The scenario as set out in the question is one that has to be looked into keenly, critically identifying and isolating the various relevant events that directly or indirectly impact on the relevance and admissibility of evidence discovered and/or obtained at a crime scene. This paper intends to identify the relevant events with regards to the collection and/or obtaining of evidence relevant to the scenario and state whether each piece of evidence obtained is admissible or inadmissible; and backing up the various arguments with the relevant provisions of the United States Constitution, case law and statutory positions on the subject matter.
The summary of the scenario as set out, put into context the various pieces of evidence as were discovered is as follows; Abby and bobby are outside their house and appear to be in a domestic fight. Abby has a stream of blood trickling down her forehead and Bobby appears to have scratch marks all over his face, his breath fast paced and his eyes red. Officers Christina and David were already at the Crime scene but seemed to be overcome by the situation prompting them to call for backup. As Edward, who had encountered the couple before because of being in trouble for breaking the law before, speaks to them, a bong and baggie of marijuana is discovered and the discovery of the bong and baggie of marijuana leads to a subsequent discovery of a shotgun hidden under couch. Concurrently, outside the house, Bobby pulls a gun at Abby and threatens to finish what he had started. Bobby is arrested and Abby makes a statement to the effect that she would bail out Bobby after getting profits from the ‘goods’ and she is subsequently arrested. Christina and David remained behind at the scene to secure it.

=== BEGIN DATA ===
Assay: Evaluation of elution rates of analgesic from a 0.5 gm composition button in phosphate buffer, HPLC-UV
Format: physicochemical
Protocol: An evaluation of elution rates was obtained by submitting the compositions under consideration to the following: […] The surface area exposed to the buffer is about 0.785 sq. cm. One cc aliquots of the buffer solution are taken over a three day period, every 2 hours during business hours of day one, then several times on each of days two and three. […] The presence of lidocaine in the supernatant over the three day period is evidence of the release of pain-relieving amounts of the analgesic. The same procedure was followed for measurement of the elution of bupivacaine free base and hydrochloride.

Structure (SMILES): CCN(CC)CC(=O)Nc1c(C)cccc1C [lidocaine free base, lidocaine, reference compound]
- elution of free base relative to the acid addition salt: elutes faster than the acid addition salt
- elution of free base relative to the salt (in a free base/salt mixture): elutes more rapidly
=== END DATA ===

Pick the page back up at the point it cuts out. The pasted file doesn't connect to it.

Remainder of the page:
Immediately before delving into the exact questions that this paper is to address there are issues that arise. The bong and baggie of marijuana were discovered inside the couple’s house without their permission to get into their house and/or a search warrant allowing a search inside their house. A shotgun was also discovered subsequent to the discovery of the bong and baggie of marijuana without a search warrant of their house and the same situation extents to the subsequent discovery of an incriminating statement by Abby which would otherwise not have been deciphered had the bong and baggie of the marijuana not been discovered. Therefore the admissibility of these pieces of evidence obtained without a search warrant or obtained subsequent to the evidence obtained without a search warrant is put to question.